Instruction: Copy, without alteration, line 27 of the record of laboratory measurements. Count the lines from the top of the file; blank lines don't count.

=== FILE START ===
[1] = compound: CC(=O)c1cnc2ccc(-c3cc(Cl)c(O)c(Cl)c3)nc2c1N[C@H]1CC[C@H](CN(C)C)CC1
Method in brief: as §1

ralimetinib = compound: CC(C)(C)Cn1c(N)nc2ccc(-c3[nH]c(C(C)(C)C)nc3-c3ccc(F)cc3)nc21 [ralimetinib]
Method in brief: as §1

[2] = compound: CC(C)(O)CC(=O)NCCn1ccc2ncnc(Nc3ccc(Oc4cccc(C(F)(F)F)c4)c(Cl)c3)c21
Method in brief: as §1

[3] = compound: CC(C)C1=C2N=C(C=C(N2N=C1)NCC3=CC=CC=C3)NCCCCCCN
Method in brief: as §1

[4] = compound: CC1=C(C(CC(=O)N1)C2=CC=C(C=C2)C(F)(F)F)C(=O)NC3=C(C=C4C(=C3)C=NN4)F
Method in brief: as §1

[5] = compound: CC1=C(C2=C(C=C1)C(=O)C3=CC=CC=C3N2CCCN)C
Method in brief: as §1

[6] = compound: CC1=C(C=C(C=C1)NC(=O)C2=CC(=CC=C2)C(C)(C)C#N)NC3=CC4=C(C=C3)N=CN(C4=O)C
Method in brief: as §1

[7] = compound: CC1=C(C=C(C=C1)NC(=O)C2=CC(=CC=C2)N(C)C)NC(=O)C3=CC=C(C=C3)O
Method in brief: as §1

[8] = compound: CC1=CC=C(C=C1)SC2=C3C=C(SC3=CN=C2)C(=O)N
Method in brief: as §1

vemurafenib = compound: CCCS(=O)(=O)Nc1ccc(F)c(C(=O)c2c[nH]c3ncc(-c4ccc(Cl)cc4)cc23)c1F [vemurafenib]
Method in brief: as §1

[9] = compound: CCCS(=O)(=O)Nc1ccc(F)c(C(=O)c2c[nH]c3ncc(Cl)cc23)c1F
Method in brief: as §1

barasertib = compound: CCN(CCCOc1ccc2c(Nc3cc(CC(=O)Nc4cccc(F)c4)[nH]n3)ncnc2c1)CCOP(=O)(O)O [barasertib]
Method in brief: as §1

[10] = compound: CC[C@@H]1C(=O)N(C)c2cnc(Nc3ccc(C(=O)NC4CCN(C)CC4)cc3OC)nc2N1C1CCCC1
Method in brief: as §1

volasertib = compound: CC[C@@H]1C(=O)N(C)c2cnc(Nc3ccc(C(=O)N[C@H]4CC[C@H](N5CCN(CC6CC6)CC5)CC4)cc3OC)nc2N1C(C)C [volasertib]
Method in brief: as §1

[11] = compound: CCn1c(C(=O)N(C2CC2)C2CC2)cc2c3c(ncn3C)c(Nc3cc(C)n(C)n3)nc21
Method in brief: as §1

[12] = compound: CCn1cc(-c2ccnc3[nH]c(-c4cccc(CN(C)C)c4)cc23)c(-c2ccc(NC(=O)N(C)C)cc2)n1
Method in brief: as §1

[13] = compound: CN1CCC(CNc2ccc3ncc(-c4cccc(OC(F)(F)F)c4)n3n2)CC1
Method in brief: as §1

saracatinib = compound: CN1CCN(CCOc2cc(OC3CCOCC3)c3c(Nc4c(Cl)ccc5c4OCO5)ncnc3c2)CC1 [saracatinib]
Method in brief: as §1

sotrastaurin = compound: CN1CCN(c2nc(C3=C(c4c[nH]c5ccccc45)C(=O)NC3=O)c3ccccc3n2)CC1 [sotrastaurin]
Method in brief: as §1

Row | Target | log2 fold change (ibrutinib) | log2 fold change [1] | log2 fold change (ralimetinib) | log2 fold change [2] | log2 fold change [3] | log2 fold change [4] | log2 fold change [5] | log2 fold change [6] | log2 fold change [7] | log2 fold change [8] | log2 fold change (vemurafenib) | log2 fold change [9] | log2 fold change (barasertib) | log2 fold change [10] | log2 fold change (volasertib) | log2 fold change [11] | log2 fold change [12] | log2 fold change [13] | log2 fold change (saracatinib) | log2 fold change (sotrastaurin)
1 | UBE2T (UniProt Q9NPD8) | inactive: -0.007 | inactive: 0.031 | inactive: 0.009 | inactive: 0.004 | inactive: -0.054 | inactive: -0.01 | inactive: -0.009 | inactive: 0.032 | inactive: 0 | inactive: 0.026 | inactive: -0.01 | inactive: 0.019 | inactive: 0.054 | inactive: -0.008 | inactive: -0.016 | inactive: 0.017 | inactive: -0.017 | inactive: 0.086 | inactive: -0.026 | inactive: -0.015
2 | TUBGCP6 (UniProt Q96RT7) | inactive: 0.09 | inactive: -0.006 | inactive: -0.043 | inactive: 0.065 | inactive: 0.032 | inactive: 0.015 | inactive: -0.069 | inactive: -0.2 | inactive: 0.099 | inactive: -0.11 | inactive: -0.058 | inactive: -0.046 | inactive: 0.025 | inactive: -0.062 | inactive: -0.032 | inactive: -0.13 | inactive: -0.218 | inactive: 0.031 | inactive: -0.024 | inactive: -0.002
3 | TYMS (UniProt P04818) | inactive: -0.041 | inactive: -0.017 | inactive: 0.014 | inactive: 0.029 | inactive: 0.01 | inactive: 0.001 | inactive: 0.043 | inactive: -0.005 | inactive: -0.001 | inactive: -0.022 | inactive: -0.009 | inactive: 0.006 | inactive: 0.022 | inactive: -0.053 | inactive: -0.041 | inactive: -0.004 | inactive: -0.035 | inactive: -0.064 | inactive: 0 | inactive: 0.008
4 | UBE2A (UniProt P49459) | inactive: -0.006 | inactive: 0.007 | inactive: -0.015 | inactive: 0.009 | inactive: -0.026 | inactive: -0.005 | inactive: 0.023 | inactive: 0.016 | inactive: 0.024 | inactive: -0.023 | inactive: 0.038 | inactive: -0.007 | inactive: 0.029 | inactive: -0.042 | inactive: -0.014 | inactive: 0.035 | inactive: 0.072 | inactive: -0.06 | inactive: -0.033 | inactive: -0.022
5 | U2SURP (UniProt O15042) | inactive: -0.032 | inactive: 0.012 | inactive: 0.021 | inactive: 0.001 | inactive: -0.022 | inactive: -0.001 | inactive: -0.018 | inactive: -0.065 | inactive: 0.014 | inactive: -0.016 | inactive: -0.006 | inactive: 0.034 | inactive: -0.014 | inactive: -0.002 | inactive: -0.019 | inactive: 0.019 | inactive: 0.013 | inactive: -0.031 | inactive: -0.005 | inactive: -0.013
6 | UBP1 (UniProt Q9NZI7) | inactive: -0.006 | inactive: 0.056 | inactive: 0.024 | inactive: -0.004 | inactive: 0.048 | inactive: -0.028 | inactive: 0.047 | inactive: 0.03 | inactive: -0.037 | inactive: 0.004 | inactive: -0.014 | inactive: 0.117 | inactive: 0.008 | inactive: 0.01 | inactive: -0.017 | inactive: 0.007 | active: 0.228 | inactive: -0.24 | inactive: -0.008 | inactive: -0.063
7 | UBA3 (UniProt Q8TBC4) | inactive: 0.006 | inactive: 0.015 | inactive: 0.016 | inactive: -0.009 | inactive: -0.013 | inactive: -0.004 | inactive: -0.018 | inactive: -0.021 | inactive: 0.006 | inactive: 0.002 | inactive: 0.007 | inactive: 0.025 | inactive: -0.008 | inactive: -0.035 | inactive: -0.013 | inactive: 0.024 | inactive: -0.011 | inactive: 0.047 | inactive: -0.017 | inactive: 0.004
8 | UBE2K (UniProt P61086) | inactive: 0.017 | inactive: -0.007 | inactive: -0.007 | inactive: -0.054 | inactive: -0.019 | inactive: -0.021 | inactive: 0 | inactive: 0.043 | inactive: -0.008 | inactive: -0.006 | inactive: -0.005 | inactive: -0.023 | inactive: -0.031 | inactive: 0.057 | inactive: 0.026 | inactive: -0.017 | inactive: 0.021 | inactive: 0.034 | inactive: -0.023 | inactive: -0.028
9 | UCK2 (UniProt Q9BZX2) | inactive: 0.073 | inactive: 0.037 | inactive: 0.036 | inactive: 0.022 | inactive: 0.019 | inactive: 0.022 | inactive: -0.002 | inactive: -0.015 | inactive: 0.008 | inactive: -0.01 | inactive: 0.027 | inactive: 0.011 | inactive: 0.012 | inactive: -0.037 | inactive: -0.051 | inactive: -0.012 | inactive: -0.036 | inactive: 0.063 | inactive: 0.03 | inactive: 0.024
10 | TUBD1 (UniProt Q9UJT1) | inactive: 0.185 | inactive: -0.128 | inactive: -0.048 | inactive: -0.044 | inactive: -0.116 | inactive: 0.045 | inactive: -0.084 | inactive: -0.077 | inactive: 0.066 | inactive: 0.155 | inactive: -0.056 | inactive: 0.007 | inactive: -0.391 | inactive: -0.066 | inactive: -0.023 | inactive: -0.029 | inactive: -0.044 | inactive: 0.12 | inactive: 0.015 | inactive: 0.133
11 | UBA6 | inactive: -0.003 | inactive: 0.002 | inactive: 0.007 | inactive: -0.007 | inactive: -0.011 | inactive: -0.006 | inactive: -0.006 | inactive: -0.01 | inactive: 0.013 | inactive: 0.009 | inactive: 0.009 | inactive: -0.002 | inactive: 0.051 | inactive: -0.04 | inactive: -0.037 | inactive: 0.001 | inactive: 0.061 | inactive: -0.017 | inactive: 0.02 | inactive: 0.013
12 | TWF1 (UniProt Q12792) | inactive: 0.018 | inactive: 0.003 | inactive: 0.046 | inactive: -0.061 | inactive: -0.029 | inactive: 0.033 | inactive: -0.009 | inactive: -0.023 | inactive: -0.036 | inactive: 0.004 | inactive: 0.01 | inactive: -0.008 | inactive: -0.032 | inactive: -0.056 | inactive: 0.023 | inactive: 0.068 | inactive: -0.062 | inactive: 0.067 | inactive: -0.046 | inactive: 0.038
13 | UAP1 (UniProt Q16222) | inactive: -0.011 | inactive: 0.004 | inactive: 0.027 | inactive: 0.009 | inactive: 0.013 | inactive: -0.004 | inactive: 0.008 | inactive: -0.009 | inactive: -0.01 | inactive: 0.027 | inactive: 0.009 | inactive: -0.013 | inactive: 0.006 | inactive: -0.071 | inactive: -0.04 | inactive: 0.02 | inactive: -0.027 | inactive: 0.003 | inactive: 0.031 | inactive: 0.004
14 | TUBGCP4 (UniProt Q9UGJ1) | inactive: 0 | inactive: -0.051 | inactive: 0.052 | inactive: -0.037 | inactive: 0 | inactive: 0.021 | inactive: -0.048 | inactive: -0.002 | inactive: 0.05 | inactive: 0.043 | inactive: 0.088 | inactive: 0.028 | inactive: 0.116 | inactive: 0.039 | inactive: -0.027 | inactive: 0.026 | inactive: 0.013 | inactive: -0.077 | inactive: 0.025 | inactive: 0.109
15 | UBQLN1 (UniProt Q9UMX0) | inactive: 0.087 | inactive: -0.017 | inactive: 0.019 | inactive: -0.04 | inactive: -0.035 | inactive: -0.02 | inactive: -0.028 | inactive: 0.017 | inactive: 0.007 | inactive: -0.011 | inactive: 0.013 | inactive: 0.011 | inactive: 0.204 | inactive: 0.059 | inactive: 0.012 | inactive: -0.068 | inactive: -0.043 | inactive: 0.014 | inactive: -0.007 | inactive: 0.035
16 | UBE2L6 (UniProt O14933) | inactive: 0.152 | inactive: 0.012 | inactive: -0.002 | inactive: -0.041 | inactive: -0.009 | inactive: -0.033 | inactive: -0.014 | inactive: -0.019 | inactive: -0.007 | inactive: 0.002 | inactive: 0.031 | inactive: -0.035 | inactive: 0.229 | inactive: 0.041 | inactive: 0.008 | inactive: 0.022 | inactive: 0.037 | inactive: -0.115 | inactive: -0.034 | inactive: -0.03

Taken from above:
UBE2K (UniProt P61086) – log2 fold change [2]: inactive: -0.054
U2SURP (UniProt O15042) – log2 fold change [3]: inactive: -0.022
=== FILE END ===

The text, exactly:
volasertib = compound: CC[C@@H]1C(=O)N(C)c2cnc(Nc3ccc(C(=O)N[C@H]4CC[C@H](N5CCN(CC6CC6)CC5)CC4)cc3OC)nc2N1C(C)C [volasertib]